Various pundits have commented recently about the influence of mass communication technology on the recent unrest in the Arab world. Twitter is now five years old and has grown into a dangly (or is it gangly) adolescent. Personally, I don't get it, thus have little of value to add to an already overcrowded debate. Why does the entire online population have to be informed that one's socks are not dry or one has just missed the number 27 bus?
Tech-savvy yoof however has allegedly used social media to generate foment, unrest and what used to be quaintly called treason by sheer volume of 140 character comment, most of which has as much political weight as the arrival or not of public transport and it's worrying to reflect on the notion that if enough people tweet about something the subject matter acquires respectability, veracity and authority in consequence - the ad populum fallacy. I myself, on the other hand, find 140 characters not nearly enough and use a different logical fallacy, proof by verbosity, to prove a point. This is sometimes referred to as argumentum verbosium, a rhetorical technique that tries to persuade by overwhelming those considering an argument with such a volume of material that the argument sounds plausible, superficially appears to be well-researched, and it is so laborious to untangle and check any supporting facts – there may very well be none at all - that the argument might be allowed to slide by unchallenged. I find that burying the listener, or perhaps, the reader, in $50 words is equally, if not more effective.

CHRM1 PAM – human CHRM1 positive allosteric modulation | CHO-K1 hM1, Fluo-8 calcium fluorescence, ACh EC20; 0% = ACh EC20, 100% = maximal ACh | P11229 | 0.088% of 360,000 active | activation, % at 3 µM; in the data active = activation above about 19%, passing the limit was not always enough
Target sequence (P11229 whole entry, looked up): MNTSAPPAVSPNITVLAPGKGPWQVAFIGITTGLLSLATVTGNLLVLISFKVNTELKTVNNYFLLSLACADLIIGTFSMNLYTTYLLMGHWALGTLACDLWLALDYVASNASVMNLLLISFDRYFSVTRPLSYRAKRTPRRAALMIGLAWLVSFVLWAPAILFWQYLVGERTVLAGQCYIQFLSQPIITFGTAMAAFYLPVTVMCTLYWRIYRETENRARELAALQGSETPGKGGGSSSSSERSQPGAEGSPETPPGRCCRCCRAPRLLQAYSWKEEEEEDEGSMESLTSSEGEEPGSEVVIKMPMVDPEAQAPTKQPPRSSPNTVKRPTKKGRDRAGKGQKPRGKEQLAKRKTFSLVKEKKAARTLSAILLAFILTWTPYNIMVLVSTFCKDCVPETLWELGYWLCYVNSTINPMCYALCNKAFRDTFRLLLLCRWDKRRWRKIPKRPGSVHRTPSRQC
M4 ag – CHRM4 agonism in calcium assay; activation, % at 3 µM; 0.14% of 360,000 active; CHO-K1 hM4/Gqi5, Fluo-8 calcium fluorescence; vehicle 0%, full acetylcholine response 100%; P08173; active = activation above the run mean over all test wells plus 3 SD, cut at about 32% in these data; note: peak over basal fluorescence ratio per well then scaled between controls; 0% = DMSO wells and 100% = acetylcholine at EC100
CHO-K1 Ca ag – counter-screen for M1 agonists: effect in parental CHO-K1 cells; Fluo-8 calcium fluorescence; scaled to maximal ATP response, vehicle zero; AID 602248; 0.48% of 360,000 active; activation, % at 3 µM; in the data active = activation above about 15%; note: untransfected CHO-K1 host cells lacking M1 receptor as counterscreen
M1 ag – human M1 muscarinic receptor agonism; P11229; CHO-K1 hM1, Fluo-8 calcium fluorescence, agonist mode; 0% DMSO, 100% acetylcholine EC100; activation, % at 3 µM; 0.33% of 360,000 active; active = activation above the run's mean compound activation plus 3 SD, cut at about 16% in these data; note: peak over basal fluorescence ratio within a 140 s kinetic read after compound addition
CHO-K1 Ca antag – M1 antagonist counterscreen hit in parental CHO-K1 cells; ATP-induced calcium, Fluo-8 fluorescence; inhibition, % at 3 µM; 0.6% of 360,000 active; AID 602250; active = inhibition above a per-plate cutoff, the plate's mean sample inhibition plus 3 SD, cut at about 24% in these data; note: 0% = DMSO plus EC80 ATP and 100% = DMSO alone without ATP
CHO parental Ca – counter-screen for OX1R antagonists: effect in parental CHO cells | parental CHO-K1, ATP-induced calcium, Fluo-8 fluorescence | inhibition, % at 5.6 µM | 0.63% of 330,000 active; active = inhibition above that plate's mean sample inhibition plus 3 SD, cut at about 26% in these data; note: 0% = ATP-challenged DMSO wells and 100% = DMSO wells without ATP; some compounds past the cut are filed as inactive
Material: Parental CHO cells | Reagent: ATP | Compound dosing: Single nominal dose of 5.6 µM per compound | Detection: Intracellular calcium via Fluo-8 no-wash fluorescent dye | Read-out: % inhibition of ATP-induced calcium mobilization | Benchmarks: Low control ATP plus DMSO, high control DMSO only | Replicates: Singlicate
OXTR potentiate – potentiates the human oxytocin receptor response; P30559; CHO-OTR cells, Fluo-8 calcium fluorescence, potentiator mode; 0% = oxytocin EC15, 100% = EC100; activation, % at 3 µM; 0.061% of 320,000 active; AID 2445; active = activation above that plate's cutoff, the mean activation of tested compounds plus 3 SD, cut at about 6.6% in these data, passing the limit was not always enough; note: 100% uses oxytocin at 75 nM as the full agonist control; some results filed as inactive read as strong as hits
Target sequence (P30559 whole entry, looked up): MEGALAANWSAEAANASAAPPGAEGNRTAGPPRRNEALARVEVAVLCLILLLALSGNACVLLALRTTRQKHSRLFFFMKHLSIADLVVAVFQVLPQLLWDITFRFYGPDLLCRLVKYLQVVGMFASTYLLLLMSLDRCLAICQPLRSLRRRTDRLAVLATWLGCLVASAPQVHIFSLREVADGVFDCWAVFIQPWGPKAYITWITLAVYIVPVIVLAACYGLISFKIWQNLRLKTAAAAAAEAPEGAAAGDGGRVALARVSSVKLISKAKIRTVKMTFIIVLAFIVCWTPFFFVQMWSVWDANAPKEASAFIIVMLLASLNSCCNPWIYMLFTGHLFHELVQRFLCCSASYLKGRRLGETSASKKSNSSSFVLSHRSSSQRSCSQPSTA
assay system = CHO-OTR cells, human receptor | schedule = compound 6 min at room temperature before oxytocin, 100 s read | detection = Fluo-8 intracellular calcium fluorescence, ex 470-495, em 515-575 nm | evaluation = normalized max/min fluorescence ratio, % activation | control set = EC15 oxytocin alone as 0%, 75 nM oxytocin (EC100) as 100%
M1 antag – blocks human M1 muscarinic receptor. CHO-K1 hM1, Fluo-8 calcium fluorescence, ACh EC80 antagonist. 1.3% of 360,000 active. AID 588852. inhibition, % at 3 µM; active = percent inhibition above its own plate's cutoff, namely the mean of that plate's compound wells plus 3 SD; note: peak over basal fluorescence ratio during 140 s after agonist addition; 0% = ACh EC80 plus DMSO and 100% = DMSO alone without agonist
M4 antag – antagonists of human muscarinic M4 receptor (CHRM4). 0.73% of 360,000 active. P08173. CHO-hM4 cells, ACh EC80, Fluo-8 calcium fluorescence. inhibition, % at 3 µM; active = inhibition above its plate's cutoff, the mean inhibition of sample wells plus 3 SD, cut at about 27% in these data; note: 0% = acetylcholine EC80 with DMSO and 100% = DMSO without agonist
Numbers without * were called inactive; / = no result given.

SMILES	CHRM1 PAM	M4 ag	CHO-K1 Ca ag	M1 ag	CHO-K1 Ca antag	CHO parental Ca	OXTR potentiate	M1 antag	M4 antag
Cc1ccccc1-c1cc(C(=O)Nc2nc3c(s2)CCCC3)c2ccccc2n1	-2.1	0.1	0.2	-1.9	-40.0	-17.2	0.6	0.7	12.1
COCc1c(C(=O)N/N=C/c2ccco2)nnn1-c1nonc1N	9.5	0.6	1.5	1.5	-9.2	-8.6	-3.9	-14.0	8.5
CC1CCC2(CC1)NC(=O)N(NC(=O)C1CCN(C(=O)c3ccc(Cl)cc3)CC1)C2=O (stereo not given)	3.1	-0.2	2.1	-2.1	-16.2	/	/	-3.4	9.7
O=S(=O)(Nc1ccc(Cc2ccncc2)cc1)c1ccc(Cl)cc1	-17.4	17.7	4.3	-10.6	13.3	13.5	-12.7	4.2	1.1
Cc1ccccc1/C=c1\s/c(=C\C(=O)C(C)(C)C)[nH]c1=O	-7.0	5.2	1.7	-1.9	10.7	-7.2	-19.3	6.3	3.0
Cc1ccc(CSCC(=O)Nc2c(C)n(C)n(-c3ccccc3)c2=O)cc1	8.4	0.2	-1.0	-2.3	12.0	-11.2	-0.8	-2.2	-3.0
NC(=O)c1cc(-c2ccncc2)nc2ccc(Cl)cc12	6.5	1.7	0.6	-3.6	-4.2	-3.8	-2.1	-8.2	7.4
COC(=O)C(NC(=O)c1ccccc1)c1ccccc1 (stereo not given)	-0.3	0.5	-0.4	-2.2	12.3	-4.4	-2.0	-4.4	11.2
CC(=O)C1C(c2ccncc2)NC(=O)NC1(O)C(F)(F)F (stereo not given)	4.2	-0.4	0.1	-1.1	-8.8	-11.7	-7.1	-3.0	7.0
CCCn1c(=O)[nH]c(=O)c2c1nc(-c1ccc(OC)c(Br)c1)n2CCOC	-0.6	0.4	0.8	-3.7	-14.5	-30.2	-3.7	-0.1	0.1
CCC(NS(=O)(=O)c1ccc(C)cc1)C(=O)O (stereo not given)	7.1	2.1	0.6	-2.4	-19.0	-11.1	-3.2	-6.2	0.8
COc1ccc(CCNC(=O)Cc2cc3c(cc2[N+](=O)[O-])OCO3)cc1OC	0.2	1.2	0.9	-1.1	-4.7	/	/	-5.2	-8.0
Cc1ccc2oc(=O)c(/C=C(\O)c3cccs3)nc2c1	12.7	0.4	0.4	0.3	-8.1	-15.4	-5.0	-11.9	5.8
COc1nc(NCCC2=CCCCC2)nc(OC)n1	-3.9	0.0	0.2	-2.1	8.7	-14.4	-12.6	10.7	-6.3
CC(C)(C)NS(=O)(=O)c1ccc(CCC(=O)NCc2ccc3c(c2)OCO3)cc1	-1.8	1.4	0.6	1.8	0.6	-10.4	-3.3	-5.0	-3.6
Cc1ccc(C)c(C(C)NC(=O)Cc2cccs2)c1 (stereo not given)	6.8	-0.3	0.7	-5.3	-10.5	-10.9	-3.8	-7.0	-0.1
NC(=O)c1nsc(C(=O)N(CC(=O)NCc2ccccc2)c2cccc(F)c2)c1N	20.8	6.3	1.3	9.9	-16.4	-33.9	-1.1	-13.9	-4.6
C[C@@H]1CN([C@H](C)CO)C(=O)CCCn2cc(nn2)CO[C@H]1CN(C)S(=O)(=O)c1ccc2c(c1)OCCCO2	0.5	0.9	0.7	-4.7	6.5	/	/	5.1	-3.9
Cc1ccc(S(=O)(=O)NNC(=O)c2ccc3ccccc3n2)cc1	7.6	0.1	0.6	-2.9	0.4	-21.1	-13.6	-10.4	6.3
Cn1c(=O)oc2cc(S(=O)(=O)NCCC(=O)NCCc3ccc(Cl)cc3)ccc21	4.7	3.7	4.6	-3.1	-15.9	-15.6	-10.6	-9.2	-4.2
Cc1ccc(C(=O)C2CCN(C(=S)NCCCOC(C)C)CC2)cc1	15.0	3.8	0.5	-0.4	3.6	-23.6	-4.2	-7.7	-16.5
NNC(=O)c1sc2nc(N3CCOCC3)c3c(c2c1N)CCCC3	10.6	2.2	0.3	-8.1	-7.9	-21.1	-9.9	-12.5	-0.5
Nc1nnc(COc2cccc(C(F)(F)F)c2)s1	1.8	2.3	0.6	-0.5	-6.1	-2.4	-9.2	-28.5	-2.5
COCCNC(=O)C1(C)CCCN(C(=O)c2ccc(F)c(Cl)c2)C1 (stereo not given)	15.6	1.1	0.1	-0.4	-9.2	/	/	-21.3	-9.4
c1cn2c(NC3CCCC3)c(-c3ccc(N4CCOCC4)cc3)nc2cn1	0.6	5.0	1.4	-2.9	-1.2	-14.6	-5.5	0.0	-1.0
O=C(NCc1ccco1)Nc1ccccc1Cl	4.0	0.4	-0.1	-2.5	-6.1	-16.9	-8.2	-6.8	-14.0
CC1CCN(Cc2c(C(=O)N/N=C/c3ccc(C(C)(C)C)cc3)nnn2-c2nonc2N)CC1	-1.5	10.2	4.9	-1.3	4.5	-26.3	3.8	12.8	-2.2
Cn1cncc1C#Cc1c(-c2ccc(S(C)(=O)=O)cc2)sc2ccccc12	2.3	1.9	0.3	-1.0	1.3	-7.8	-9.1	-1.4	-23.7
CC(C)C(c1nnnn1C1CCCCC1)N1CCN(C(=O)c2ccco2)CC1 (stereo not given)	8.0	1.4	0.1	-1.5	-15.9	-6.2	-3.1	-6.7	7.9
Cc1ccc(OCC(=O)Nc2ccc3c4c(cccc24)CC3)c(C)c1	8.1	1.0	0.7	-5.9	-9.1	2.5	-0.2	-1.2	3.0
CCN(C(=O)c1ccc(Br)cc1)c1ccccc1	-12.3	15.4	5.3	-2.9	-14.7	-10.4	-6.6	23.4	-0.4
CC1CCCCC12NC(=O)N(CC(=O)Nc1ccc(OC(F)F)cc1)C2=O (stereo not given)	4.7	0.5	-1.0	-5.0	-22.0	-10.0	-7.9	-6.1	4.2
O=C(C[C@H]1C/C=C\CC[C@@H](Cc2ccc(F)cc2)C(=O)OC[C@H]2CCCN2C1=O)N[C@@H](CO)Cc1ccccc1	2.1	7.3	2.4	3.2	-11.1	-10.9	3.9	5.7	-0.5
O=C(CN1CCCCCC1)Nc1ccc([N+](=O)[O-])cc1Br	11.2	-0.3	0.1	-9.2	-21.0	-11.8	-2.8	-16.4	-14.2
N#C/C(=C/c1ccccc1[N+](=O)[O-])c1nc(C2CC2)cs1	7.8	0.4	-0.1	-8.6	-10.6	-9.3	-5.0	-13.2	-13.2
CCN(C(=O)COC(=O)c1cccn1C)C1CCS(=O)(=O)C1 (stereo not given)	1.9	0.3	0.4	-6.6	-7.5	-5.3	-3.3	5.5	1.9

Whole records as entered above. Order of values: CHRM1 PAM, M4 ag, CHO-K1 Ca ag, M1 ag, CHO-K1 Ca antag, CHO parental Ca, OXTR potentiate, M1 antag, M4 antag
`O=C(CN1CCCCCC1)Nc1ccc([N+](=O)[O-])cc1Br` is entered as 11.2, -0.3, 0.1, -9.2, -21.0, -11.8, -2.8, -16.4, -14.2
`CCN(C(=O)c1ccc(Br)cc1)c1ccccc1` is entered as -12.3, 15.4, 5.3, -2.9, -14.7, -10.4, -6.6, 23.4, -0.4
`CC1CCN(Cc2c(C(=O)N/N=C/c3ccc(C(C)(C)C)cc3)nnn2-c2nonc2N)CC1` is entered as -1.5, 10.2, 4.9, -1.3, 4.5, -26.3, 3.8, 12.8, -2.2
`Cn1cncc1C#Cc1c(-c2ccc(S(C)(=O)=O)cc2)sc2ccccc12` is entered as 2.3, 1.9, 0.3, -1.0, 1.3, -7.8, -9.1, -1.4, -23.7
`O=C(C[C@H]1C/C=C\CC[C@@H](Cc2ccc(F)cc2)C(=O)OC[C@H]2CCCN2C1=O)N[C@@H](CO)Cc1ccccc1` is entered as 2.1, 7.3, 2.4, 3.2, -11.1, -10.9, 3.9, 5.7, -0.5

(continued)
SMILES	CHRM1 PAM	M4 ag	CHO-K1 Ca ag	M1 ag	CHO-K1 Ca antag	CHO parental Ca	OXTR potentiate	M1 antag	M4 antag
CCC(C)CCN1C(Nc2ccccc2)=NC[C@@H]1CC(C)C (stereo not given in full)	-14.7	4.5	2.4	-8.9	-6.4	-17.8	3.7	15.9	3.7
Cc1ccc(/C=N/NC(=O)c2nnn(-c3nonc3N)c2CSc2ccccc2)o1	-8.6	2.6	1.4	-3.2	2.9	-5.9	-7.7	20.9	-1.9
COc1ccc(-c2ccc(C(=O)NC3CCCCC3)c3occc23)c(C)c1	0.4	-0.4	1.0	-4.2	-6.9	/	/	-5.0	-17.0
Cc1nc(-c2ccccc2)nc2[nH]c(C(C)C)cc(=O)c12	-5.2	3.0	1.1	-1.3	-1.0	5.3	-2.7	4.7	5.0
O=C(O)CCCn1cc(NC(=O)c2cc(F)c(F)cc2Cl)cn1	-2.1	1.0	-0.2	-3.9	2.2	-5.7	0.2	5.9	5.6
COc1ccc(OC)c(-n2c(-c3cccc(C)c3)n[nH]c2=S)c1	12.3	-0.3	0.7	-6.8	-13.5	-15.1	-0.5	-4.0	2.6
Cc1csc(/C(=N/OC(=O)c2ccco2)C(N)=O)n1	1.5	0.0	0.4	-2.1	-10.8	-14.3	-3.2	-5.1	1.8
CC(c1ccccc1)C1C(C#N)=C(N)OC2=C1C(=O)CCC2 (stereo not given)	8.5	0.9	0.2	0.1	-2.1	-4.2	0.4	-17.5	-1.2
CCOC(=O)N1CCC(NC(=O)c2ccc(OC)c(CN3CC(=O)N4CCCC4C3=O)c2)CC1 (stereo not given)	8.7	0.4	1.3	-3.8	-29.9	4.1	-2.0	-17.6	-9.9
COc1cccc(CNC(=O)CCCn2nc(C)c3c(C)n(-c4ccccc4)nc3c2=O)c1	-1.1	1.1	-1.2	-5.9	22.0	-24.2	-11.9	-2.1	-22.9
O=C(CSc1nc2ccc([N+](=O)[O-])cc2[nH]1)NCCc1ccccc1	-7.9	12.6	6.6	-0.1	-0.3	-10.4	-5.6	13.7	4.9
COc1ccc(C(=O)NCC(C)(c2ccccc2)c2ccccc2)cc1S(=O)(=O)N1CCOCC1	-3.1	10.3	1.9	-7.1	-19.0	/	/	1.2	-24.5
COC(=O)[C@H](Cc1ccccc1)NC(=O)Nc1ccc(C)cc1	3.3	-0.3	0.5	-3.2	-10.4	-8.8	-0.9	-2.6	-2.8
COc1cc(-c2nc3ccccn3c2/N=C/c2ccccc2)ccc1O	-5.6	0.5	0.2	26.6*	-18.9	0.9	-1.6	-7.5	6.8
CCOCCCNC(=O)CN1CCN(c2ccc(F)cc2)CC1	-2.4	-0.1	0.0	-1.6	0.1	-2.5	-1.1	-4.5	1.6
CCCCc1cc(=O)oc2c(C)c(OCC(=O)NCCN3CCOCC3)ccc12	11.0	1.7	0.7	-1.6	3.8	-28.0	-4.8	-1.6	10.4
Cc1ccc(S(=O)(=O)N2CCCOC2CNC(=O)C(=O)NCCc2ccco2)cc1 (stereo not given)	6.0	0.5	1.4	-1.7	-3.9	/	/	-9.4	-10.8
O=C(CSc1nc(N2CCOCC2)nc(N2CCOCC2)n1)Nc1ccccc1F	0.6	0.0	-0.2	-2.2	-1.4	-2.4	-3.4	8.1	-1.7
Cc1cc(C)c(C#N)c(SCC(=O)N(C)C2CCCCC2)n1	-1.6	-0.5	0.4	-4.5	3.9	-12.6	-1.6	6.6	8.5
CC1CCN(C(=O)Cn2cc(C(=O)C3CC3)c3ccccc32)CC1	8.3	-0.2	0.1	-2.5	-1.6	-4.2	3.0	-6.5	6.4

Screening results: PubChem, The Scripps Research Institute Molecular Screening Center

I think I'm the only person I know who has used the word 'moreover' in a text message since I find the rape of my mother tongue in whatever context by illiterate spamheads, flatheads, pinheads and crackheads a little bit perturbing. Additionally, when texting, one does needs to be quite sure about the recipient's identity. Caveat lector, with apologies for the missing full stops, also comma after 'ex'.